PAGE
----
Here we go again. In “anticipation of future identification” of the Omicron variant, the City of Milwaukee Health Department has issued another “mask advisory” (not a mandate). The Health Department is once again strongly advising everyone, regardless of vaccination status or past COVID-19 infection, to “wear a mask at all times when indoors in a public setting.” Yep.
WHAT HAS IT BEEN? 20 MONTHS? NEARLY TWO YEARS? SOMEONE MAKE IT STOP. PLEASE MAKE IT STOP. FOR FUCK’S SAKE MAKE IT STOP AND HERE’S THE PRESS RELEASE:
On November 26, 2021, the World Health Organization (“WHO”) declared the new COVID B.1.1.529 variant, named Omicron, a variant of concern because it has a large number of mutations and preliminary evidence suggests an increased risk of reinfection and spread across the world, including to the United States.
As of November 30, 2021, zero specimens processed within the Milwaukee Health Department Laboratory have been identified as Omicron. However, in anticipation of future identification of this variant in Milwaukee, and due to the burden of positive COVID-19 cases remaining in the extreme transmission category, the Milwaukee Health Department hereby provides notice that all individuals, regardless of vaccination status or past COVID-19 infection, should wear a mask at all times when indoors in a public setting.
All masks should cover the nose and the mouth and rest snugly above the nose, below the mouth, and on the sides of the face. This advisory applies to all individuals in the city of Milwaukee over the age of two years who are able to medically tolerate wearing a mask.
This advisory does not apply in cases where an individual is actively performing an activity that cannot be done while wearing a face covering such as sleeping; actively eating or drinking; practicing or playing a competitive sport; or performing, including but not limited to playing music, delivering a speech to an audience seated at least six feet away, and acting in a theater.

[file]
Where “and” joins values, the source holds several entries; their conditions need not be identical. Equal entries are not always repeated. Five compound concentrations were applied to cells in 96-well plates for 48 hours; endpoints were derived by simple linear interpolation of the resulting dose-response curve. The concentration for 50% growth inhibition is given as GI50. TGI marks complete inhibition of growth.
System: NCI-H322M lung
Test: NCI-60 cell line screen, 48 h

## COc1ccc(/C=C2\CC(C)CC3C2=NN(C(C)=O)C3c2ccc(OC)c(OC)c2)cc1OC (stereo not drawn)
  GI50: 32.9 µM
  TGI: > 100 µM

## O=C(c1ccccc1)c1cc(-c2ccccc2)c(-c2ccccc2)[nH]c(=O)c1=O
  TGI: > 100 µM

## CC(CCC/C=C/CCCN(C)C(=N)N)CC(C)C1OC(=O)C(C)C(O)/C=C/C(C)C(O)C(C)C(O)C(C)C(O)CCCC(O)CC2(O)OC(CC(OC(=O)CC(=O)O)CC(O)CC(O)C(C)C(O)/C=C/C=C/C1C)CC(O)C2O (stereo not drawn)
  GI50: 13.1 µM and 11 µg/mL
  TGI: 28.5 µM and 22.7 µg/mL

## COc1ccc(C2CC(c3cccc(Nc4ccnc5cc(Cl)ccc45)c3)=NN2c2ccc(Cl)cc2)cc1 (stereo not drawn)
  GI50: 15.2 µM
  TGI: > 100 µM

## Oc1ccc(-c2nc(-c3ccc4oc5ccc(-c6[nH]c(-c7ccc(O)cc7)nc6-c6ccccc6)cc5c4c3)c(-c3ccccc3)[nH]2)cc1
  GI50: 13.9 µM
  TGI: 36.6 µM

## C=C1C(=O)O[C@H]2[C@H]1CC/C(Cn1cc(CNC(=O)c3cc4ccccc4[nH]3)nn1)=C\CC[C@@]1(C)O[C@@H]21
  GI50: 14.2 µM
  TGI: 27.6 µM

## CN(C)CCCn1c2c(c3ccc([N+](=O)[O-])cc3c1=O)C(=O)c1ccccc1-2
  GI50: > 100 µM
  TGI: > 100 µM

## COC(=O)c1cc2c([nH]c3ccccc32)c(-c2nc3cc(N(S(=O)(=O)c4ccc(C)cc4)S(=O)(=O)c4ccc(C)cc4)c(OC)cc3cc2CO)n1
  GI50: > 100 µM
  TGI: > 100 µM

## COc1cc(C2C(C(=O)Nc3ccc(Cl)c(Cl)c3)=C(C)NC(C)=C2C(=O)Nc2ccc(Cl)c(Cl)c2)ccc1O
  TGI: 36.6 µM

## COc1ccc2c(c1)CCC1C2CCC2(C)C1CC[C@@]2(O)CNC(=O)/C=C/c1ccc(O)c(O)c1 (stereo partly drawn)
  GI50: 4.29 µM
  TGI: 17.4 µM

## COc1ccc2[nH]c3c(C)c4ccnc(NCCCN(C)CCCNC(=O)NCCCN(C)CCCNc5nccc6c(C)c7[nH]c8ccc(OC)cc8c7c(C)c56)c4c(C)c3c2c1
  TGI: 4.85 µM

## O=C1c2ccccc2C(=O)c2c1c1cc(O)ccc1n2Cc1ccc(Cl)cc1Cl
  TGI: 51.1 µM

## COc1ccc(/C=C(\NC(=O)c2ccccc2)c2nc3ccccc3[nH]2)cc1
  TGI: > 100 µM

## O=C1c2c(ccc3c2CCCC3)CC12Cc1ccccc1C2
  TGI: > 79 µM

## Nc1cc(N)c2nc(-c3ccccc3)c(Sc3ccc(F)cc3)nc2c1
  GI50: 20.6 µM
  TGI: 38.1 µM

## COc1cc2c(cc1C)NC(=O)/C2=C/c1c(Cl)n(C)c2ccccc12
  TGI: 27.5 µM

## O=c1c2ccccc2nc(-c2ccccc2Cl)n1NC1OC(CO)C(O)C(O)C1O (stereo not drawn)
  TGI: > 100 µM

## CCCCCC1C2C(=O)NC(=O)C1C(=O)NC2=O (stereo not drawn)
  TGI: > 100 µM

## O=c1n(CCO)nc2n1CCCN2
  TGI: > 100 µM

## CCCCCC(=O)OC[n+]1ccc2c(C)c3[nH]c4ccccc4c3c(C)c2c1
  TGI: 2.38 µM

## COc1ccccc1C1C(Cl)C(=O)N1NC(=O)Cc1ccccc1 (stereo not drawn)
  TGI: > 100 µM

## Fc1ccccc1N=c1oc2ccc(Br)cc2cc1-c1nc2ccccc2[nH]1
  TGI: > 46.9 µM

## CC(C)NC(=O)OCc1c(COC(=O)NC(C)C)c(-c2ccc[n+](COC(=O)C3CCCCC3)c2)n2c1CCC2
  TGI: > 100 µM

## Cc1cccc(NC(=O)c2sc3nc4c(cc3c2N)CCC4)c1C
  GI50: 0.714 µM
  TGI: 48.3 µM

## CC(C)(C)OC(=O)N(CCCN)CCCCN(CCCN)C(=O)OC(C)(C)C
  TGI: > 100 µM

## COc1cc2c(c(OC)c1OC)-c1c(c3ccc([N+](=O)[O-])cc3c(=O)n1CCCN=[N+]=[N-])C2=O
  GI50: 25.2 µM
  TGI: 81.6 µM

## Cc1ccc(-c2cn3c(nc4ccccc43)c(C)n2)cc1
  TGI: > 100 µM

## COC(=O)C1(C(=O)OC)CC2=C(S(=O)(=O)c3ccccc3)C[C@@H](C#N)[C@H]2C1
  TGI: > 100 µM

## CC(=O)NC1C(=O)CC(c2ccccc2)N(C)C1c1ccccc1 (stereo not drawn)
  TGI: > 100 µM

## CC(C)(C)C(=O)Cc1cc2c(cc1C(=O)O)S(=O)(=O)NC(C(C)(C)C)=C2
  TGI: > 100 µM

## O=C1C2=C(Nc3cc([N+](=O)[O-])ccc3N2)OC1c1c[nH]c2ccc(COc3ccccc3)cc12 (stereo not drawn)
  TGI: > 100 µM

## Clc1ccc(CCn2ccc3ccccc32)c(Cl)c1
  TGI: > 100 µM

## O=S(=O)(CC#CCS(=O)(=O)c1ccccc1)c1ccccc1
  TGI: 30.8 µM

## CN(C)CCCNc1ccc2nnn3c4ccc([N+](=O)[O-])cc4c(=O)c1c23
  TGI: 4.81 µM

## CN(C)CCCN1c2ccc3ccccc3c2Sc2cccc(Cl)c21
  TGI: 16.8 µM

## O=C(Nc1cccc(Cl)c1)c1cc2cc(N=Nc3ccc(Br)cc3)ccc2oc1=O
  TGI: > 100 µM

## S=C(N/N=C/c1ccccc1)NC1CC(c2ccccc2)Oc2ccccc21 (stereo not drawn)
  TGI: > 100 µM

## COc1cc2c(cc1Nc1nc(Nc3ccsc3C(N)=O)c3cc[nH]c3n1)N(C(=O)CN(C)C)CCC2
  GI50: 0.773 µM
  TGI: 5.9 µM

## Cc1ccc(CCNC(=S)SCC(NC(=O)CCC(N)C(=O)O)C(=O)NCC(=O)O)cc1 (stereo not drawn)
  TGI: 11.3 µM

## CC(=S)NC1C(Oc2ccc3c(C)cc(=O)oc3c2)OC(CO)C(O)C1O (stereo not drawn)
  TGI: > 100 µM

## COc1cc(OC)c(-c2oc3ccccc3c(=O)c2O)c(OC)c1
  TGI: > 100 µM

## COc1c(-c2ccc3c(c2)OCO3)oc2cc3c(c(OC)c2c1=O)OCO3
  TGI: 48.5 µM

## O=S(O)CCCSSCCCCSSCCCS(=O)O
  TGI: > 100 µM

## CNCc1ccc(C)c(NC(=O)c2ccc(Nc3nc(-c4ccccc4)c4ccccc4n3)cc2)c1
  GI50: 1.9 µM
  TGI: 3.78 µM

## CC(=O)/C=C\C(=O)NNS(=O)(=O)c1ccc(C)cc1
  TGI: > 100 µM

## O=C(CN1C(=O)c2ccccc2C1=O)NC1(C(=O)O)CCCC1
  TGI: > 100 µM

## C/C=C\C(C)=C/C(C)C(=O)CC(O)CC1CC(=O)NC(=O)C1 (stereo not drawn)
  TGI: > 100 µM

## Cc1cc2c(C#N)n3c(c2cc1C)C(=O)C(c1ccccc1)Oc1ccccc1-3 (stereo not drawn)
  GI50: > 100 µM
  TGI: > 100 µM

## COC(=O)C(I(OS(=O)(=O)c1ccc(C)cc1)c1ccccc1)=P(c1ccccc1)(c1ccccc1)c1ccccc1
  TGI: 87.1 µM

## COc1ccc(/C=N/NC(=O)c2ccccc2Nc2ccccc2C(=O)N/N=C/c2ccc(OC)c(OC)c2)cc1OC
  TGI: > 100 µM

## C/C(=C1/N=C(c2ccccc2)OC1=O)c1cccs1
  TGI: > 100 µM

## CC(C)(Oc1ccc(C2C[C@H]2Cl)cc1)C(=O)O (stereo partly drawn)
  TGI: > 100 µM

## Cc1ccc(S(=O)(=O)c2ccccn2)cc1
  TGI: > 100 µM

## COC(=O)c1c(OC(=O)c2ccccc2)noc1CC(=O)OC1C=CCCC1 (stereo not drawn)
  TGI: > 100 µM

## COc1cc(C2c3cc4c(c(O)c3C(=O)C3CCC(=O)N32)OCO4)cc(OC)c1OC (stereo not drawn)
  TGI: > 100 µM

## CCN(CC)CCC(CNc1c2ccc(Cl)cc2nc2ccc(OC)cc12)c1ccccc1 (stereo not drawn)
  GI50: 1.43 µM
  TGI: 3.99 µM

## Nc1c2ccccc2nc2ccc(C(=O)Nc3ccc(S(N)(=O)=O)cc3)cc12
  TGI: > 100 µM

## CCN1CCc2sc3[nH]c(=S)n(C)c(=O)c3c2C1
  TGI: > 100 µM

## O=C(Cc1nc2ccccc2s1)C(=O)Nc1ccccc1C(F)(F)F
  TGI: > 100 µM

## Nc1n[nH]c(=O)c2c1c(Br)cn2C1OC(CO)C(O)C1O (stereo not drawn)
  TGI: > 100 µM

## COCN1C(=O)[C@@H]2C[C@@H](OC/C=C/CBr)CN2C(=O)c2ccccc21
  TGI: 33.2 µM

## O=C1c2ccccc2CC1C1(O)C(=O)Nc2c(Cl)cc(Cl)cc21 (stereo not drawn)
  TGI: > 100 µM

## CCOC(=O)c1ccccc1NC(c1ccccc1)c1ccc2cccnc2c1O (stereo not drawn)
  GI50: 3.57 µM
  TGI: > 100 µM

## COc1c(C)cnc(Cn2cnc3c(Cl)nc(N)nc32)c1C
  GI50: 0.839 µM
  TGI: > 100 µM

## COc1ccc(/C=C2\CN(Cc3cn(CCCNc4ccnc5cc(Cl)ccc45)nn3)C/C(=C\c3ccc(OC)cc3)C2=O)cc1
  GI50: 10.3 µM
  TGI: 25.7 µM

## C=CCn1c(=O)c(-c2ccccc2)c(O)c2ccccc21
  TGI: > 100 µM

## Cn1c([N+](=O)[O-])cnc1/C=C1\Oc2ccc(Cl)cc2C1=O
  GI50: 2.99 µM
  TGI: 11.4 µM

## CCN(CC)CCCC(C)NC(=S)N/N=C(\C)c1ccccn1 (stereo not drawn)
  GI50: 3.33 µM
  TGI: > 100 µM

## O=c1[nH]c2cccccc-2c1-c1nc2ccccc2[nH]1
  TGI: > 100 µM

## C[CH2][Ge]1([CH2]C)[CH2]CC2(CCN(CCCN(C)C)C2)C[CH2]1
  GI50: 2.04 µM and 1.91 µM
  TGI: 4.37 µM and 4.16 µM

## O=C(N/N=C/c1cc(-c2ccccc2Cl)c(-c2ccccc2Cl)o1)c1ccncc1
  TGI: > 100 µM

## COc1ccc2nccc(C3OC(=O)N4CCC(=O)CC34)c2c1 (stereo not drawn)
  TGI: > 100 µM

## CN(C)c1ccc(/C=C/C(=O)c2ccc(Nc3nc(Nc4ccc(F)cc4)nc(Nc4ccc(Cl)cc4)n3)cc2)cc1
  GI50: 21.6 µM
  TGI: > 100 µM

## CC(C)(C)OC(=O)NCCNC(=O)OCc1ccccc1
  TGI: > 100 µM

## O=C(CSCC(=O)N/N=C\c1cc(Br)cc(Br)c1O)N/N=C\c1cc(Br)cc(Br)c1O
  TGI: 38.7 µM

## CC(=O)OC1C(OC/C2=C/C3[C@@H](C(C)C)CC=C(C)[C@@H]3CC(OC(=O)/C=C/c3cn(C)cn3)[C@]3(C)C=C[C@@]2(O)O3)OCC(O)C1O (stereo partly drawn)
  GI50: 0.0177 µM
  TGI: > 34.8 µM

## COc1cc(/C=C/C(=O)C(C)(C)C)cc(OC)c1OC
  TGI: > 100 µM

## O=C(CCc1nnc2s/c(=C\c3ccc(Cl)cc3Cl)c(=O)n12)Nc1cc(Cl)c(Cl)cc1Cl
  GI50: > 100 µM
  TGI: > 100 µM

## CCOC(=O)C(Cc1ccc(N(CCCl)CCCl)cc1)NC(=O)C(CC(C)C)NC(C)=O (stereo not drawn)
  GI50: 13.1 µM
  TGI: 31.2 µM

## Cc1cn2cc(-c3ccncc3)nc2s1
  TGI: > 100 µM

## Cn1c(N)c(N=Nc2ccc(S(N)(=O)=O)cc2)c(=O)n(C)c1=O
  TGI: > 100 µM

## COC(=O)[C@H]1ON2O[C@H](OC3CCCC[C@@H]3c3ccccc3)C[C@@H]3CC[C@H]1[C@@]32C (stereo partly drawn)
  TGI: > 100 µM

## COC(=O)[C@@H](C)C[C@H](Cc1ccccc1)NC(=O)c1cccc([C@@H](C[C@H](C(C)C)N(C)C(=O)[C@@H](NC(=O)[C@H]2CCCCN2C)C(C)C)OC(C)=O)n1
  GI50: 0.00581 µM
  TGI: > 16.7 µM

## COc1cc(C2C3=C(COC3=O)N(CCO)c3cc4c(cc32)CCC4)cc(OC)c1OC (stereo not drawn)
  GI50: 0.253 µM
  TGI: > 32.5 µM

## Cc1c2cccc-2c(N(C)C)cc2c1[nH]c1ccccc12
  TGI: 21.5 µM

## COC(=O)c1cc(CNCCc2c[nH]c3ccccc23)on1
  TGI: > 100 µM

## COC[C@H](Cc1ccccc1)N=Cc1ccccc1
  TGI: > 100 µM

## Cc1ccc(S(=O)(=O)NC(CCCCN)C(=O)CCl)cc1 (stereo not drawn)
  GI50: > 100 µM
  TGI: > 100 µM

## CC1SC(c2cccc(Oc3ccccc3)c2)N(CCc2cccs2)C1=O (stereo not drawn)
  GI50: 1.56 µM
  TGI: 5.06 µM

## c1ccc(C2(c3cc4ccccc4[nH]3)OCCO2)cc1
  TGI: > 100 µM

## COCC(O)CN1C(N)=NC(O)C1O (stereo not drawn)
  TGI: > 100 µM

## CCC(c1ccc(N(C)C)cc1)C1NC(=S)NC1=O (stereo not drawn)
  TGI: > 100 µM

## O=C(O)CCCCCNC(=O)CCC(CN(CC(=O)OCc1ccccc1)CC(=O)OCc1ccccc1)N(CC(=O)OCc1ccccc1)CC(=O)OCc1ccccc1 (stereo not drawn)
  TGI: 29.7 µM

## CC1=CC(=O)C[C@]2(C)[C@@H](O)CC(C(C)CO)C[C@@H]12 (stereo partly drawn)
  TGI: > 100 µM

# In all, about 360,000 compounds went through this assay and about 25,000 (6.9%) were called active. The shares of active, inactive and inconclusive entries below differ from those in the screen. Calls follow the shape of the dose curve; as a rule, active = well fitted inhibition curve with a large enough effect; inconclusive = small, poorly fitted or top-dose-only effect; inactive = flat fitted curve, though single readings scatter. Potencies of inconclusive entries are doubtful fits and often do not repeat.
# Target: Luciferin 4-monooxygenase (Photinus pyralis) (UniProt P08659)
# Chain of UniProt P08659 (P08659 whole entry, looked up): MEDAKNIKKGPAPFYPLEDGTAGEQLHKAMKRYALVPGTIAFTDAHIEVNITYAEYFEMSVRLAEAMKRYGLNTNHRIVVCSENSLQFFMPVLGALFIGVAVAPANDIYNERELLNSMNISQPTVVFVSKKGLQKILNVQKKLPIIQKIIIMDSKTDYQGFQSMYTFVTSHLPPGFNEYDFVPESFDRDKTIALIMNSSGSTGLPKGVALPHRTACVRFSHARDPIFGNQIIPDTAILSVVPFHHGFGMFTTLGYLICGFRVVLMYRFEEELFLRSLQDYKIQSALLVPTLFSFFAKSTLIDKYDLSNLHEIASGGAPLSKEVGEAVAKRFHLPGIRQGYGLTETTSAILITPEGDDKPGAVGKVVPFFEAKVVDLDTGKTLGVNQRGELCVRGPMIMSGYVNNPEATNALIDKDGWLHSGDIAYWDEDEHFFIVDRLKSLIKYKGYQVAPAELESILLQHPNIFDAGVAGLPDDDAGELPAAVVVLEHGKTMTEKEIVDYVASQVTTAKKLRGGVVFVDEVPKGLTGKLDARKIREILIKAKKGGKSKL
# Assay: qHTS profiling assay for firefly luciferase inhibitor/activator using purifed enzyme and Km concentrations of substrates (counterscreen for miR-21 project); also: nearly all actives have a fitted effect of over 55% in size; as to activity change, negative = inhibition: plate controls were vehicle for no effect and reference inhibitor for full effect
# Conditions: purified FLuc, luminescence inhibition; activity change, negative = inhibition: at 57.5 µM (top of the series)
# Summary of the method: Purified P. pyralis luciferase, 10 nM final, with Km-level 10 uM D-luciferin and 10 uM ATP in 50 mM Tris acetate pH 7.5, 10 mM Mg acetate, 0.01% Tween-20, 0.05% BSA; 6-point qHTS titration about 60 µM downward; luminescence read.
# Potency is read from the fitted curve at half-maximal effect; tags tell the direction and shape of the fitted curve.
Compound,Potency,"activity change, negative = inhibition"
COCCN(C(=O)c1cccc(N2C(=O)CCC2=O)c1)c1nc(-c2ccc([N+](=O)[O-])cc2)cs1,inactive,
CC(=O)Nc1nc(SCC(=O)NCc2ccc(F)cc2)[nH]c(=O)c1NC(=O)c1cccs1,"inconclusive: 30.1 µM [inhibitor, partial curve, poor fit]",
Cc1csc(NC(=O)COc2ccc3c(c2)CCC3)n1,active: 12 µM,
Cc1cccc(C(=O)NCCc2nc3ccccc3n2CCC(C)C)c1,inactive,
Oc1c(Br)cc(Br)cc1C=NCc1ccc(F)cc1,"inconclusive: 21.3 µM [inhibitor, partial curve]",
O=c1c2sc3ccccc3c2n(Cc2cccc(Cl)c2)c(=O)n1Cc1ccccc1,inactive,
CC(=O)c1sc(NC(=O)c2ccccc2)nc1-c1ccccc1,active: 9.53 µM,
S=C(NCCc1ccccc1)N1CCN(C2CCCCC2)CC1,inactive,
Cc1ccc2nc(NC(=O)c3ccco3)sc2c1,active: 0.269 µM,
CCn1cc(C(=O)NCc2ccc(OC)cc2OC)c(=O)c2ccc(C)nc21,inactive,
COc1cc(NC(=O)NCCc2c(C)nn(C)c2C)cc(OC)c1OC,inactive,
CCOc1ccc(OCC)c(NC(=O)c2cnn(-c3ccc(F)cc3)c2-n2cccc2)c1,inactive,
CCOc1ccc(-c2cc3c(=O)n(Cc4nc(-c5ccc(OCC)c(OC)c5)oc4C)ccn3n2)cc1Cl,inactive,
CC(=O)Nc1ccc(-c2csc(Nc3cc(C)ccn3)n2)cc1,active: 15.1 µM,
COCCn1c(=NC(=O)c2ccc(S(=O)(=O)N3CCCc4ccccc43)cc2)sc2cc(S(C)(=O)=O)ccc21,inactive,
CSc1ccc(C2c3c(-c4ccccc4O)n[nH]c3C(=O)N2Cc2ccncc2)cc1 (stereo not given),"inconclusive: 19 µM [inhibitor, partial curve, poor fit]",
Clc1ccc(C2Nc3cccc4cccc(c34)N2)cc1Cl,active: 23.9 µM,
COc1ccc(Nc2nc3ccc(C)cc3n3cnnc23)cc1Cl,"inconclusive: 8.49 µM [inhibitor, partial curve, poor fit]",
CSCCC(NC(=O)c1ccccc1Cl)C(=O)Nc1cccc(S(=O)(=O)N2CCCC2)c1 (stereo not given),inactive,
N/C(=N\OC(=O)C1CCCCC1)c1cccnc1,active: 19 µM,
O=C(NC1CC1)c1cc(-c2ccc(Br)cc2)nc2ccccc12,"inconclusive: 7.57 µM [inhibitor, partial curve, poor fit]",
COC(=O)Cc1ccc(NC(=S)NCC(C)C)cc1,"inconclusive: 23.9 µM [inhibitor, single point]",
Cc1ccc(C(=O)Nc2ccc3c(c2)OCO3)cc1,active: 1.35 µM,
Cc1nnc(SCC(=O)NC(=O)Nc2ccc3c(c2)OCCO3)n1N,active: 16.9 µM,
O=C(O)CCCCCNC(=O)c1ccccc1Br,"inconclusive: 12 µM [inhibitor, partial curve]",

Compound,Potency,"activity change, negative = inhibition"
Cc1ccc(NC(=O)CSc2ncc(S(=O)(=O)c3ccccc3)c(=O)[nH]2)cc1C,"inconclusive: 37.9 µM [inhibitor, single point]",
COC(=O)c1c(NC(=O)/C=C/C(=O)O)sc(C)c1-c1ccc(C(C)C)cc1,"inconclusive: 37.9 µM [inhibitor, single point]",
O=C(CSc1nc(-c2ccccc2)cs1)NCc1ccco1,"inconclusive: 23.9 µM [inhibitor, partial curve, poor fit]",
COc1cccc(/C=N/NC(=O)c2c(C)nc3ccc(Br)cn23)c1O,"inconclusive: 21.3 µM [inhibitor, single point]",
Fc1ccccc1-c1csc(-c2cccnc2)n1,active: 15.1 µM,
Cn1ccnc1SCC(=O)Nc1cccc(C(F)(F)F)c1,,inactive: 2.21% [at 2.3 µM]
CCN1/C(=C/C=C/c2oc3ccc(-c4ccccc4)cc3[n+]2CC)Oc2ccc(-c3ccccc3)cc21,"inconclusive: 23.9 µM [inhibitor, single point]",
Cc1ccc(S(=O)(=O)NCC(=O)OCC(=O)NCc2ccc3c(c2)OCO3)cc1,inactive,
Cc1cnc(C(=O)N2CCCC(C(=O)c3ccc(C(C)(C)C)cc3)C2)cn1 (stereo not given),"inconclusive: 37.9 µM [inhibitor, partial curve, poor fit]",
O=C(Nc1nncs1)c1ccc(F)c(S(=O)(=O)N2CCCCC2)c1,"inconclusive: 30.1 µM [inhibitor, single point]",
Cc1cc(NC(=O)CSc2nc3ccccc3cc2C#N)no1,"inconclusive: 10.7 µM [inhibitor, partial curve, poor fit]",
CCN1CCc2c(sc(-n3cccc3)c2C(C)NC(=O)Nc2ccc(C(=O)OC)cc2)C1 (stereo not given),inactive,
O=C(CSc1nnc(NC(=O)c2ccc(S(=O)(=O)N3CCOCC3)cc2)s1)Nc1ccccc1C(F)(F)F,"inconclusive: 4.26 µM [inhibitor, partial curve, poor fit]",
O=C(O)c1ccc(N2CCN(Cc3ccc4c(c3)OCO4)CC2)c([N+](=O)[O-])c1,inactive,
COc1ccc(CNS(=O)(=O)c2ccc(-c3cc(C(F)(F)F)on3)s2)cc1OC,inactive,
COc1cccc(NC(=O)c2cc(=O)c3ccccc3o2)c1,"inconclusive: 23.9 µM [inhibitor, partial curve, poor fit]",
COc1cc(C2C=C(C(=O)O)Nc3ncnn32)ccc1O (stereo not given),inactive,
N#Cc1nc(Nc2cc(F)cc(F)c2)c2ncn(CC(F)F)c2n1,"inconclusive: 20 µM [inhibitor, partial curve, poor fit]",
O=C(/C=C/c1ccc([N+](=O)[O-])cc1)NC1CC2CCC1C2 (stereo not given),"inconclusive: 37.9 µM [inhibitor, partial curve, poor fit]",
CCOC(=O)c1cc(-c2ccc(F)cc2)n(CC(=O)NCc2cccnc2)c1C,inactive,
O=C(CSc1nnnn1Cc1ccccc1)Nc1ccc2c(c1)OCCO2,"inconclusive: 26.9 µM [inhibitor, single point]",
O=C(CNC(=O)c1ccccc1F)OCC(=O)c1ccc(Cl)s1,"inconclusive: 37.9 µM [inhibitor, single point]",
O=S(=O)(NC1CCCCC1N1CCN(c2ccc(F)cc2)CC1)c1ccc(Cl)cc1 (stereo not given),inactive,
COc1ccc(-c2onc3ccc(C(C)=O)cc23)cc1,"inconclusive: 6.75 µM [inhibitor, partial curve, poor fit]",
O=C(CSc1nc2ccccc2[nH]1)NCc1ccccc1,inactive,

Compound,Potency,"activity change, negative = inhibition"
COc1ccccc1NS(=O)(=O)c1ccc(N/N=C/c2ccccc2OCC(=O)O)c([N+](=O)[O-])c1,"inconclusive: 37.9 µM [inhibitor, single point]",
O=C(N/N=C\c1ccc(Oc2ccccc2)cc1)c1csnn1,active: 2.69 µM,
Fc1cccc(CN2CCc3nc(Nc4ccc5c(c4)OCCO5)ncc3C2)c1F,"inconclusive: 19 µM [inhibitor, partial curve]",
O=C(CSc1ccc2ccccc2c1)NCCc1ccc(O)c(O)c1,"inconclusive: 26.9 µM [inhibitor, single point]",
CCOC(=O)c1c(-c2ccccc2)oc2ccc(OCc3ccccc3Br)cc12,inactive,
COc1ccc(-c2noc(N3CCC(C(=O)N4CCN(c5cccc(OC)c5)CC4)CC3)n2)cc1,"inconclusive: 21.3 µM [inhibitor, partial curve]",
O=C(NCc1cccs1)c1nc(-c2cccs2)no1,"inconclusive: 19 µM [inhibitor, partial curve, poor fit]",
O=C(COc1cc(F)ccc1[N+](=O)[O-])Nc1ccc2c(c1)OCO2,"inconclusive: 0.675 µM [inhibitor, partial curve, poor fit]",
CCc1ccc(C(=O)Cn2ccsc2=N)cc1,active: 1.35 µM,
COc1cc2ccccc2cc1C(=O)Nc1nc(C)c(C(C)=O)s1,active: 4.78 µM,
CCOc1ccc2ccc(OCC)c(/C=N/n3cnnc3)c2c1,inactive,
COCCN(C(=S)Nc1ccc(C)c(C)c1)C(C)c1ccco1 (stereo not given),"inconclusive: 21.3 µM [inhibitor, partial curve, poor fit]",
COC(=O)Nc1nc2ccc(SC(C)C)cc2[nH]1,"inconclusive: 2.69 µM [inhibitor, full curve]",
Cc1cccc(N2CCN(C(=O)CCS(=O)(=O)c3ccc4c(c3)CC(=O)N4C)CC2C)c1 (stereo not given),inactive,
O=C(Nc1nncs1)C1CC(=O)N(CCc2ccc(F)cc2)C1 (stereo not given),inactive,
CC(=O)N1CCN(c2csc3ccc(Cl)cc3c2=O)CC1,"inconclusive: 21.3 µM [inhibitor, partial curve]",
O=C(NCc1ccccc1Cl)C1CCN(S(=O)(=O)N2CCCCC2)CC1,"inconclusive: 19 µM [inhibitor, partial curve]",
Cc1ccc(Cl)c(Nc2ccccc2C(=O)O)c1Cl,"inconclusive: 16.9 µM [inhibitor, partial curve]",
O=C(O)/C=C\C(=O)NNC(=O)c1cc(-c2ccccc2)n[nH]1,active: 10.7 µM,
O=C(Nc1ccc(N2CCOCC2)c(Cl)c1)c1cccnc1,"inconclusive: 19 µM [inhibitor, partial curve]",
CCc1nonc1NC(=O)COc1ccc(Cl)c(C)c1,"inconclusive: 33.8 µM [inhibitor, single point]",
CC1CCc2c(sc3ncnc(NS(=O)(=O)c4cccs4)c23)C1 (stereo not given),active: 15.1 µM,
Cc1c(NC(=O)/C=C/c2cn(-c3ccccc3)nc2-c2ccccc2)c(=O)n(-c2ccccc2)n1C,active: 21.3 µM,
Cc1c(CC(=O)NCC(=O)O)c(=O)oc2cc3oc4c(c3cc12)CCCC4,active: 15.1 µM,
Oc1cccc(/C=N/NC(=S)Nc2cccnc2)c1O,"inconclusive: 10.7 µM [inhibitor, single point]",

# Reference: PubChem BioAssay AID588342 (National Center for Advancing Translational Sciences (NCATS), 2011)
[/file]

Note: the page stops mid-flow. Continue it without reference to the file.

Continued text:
COVID-19 infection is transmitted predominately by inhalation of respiratory droplets and studies show that masks and face coverings block the release of respiratory droplets into the environment and can also reduce the wearer’s exposure to droplets from others because COVID-19 viral particles spread between people more readily indoors and when people are closer together for longer periods of time indoors.
The WHO and the U.S. Centers for Disease Control and Prevention have advised all individuals to take measures to reduce their risk of COVID-19, especially the Delta and Omicron variants, including proven public health and social measures such as wearing well-fitting masks, hand hygiene, physical distancing, improving ventilation of indoor spaces, avoiding crowded spaces, and getting vaccinated.